June 7

The Final Slides

 

You’d stayed up late watching cable news, obsessed with each freshly worrisome update about growing international tensions. It was all you could do to get to work on time this morning.

Instead of a normal day, you had a training session to attend. On some level you thought the session might be more relaxing than your rush of usual tasks.

But if it was too relaxing, you might fall asleep.

When the guest speaker turned out the lights to project computer slides on the meeting room screen, you knew you were in trouble. Your eyelids grew heavy. You felt your head droop toward your chest, and jolted yourself awake.

Your whole division was here, about thirty people crowded around a long rectangular table with the screen at one end. You sat halfway down, slumping in your chair and hoping to remain unnoticed.

The topic was “Effective Public Speaking,” so of course the presenter was lousy. He enunciated in a slow monotone that exactly followed the small-print paragraphs on the screen. Too many words per slide — the lines began to blur together.

After a spiral-wipe transition effect, a clip-art light bulb filled the screen. “The best way to engage your audience,” the presenter droned, “is by encouraging active participation.” Another transition effect, and a wall of gray text filled the screen. “Unfortunately, I have a lot of information to get through in these two hours, so I’m going to need to talk through it quickly.”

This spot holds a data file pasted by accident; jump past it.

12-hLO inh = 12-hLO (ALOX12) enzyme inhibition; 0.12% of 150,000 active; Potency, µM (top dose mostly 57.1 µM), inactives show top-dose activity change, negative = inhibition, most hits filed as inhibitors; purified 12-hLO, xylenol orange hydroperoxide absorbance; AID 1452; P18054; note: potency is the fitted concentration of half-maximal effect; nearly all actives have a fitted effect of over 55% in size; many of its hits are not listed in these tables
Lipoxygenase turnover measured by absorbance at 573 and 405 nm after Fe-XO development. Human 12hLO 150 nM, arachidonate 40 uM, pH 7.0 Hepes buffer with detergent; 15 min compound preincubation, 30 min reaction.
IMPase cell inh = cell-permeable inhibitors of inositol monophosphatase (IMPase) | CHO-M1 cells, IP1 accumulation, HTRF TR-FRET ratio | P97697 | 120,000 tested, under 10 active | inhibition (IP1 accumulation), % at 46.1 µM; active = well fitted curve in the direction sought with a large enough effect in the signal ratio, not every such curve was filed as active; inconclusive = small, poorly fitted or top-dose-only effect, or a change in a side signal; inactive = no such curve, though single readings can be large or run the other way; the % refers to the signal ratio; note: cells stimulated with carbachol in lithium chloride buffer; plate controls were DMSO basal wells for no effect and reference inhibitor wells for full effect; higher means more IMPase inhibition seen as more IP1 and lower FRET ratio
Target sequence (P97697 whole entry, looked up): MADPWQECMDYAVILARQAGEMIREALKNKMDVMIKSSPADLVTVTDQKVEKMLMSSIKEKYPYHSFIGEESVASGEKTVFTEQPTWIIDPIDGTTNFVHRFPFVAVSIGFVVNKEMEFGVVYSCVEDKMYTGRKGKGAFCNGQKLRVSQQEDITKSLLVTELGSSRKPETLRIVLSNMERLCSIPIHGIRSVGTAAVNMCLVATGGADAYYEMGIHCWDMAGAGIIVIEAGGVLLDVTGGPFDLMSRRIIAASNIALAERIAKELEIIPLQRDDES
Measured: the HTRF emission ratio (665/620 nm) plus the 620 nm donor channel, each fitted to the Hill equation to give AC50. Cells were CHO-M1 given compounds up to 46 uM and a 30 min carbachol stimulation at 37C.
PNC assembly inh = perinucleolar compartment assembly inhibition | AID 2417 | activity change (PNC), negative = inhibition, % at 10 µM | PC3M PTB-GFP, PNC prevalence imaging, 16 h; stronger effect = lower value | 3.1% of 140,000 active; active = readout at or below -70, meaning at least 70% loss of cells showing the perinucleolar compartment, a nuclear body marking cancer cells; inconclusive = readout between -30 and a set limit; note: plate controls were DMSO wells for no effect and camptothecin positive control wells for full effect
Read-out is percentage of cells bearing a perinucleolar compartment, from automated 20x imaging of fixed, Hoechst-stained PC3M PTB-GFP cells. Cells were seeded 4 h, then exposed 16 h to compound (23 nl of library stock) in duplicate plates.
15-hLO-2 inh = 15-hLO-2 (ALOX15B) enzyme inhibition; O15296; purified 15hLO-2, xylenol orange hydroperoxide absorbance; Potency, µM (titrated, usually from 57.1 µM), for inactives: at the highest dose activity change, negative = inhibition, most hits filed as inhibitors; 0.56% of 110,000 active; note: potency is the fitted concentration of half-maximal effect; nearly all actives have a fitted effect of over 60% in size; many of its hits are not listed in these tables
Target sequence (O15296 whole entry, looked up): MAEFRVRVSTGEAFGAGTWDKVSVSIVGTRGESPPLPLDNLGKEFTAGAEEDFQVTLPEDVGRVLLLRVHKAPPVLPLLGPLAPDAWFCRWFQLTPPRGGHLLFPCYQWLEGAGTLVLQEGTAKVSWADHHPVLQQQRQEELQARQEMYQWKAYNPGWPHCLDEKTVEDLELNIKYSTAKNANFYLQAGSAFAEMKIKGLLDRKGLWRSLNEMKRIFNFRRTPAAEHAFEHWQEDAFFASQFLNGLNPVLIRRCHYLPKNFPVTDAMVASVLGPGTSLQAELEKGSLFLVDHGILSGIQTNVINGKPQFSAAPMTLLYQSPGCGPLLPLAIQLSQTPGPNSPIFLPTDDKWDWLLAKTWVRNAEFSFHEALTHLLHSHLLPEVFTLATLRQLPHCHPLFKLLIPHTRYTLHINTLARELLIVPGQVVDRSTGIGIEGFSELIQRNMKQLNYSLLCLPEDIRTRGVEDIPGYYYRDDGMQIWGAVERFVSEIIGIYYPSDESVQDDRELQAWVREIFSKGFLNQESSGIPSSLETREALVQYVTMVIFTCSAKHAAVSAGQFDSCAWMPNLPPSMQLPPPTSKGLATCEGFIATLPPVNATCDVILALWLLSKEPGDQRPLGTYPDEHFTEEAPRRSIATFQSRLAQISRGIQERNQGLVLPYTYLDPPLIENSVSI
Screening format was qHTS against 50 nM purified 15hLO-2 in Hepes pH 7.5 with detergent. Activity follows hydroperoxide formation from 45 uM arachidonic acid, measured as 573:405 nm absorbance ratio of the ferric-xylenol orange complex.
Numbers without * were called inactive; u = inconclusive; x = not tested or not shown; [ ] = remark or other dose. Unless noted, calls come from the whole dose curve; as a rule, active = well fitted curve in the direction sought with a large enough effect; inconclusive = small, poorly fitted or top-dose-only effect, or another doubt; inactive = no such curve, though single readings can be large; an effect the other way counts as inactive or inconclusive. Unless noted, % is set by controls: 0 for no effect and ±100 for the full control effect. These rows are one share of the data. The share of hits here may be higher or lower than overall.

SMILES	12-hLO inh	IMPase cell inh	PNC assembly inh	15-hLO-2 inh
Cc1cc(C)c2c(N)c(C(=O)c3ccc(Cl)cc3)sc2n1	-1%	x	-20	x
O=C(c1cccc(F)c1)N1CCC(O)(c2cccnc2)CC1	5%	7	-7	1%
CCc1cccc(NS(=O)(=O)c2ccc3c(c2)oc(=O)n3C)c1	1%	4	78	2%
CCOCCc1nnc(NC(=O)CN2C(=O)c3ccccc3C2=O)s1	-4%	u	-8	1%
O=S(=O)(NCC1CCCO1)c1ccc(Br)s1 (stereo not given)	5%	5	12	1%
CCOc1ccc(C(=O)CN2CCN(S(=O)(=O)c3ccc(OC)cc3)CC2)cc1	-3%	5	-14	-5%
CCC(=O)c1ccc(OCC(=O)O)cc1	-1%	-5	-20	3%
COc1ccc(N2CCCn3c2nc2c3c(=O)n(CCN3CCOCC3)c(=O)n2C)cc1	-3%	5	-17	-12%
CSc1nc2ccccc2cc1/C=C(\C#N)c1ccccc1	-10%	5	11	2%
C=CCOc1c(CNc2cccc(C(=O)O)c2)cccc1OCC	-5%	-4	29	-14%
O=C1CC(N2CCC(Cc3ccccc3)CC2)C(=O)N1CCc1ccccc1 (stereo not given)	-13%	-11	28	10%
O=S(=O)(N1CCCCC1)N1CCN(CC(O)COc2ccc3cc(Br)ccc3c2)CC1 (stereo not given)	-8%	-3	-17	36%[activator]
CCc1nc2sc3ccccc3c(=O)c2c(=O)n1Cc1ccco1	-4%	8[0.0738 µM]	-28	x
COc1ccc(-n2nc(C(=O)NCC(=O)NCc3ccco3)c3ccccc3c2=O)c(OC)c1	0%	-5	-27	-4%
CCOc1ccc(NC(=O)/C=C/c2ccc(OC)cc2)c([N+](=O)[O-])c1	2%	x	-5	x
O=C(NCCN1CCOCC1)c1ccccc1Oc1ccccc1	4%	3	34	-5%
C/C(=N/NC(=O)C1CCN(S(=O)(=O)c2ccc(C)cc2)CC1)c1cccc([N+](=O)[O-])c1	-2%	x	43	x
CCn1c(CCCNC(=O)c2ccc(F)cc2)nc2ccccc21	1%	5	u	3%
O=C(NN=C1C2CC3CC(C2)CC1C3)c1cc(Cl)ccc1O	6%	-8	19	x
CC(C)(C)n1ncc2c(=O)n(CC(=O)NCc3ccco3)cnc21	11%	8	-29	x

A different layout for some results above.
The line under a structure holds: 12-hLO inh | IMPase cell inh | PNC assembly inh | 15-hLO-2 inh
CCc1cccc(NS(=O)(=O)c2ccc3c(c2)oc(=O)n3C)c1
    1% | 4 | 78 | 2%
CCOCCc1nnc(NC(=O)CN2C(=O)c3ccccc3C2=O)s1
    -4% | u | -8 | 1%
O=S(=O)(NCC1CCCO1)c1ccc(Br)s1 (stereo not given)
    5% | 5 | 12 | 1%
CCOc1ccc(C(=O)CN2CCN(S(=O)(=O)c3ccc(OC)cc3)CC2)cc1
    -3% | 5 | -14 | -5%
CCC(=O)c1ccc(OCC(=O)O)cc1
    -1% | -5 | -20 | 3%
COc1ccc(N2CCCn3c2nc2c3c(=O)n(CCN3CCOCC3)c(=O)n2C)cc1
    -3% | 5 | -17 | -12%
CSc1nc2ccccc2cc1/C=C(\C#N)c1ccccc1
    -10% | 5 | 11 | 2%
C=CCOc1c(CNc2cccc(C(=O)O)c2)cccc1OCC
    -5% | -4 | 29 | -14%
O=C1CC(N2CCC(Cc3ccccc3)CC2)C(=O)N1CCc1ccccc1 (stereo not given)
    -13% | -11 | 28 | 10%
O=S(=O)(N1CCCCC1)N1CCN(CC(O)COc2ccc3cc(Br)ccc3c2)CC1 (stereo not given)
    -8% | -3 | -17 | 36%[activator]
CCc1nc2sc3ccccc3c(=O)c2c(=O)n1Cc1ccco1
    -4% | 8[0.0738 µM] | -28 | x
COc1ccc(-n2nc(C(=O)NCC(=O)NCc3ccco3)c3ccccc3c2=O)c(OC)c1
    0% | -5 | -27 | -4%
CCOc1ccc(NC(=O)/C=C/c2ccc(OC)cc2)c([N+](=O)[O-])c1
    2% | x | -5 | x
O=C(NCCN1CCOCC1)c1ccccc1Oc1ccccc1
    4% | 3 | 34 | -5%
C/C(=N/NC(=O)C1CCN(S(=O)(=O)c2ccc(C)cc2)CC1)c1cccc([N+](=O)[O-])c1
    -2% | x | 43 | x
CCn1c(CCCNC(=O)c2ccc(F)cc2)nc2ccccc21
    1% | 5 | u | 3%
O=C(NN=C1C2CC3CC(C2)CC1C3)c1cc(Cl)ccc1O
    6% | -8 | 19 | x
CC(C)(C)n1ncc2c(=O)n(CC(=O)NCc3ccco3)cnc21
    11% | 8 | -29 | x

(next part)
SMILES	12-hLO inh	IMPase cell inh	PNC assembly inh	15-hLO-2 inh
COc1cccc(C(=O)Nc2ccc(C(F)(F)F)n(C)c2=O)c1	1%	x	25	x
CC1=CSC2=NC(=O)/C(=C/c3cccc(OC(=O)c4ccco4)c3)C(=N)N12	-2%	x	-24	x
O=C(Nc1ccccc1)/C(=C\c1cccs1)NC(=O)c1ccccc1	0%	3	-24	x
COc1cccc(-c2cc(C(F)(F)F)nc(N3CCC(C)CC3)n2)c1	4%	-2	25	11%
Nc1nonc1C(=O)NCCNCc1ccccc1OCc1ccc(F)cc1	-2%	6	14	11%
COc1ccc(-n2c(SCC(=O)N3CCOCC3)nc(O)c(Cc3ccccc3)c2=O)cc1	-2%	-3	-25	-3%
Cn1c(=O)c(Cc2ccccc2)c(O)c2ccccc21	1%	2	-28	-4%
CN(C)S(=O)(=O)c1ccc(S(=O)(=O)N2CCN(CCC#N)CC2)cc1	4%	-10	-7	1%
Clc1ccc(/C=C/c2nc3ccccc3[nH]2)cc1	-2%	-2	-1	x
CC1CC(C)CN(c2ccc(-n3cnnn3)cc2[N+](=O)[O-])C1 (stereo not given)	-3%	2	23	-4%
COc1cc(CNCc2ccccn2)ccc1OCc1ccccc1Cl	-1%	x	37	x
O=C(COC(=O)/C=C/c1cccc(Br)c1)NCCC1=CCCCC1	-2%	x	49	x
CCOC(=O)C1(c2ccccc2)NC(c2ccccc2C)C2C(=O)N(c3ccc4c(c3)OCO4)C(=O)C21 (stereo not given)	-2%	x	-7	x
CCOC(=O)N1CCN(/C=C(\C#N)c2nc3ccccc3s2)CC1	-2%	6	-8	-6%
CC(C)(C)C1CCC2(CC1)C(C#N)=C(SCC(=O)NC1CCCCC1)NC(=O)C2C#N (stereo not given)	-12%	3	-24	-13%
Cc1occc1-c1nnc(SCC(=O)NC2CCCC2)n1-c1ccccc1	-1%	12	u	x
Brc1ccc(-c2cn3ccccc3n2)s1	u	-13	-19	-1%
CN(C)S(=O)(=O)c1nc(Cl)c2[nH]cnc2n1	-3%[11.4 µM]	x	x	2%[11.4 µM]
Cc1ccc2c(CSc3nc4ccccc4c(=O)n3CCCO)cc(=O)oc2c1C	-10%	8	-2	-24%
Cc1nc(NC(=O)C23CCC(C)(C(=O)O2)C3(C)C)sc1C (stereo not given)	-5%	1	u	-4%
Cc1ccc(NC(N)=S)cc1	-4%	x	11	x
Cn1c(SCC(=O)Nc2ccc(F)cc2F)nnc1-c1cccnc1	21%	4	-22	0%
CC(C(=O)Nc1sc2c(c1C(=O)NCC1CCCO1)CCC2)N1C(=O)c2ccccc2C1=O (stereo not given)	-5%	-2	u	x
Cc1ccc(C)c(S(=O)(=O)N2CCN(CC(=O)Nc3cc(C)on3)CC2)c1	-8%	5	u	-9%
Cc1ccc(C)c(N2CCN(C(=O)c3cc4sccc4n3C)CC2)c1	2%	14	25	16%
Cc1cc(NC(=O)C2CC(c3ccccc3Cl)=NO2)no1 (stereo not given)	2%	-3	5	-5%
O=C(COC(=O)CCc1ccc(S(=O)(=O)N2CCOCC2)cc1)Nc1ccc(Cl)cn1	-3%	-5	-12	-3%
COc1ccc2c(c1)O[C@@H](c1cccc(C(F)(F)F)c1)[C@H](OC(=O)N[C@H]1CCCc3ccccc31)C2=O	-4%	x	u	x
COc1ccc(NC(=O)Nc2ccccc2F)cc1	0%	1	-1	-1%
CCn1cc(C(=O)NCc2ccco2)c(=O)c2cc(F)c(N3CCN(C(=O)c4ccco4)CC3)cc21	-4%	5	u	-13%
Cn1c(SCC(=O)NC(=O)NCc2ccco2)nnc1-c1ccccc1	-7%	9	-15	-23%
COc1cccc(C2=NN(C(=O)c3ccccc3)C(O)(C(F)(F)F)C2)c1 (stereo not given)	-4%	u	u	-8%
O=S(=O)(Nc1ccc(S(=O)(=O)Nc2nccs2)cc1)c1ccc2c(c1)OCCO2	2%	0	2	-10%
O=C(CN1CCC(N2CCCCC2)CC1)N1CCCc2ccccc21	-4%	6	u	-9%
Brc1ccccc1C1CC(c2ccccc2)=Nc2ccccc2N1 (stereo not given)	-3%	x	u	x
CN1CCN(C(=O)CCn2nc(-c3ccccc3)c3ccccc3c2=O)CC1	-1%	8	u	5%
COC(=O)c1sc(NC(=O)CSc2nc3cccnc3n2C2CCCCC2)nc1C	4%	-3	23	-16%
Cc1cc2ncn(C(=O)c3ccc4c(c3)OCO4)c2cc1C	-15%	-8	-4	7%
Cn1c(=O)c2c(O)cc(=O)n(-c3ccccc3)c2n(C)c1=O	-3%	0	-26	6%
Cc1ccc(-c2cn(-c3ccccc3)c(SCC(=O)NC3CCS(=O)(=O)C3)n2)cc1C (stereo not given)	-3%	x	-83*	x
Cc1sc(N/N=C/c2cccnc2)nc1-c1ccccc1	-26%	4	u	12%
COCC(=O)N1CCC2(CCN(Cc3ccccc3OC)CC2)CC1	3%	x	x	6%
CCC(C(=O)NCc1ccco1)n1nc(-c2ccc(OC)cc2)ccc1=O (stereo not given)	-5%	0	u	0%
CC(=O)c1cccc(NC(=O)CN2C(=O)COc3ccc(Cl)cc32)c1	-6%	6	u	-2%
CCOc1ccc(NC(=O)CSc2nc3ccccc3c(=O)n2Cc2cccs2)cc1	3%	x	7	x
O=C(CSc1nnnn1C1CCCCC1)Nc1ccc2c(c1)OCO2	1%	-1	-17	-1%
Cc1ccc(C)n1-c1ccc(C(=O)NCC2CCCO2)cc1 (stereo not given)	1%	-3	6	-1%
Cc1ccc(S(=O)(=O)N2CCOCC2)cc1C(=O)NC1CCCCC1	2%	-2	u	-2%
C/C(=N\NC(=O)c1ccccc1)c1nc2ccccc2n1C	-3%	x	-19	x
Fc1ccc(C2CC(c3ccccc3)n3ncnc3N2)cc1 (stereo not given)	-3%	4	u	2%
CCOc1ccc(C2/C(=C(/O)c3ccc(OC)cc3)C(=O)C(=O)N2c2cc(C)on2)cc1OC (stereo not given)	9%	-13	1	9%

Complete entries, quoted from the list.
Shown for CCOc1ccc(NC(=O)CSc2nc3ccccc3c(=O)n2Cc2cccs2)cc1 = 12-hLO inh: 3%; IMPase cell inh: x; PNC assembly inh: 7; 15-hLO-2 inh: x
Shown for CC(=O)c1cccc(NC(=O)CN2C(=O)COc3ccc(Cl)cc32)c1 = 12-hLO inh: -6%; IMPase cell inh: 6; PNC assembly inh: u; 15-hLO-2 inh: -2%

The guest speaker droned on and on, and another spiral transition brought new lines of dense text. You’re so tired, almost dizzy, losing yourself in the twisting animations onscreen, the hypnotic voice of the presenter.

“Remember to move around the room, to energize your listeners.” He stepped in front of the screen, and the section you were trying to follow wrapped over his face and shirt-front, a warping shadow obscuring half the projected slide.

Another dizzying transition, and another line-art light bulb appeared to signal the next “bright idea” — which was to “Appeal to different senses by including audio and video clips.” A black media box appeared on the next slide, and the visiting expert clicked on his wireless controller to start a brief scene.

The video clip didn’t play, and the man clicked again. He got flustered, cursed under his breath, pointed again at the screen, clicked and cursed again. You’d think he would turn the light on, ask for technical assistance from an audience member, but he seemed to have forgotten everyone else in the room.

At the moment, the mad presenter reminds you of yourself, how you behaved last night as you watched the news, clicking your TV remote to change one channel to another — hoping for a better result, but getting the same depressing story on every channel.

You are getting sleepy. You feel your chin drop heavy against your chest.

The guest speaker curses, clicks, then curses again.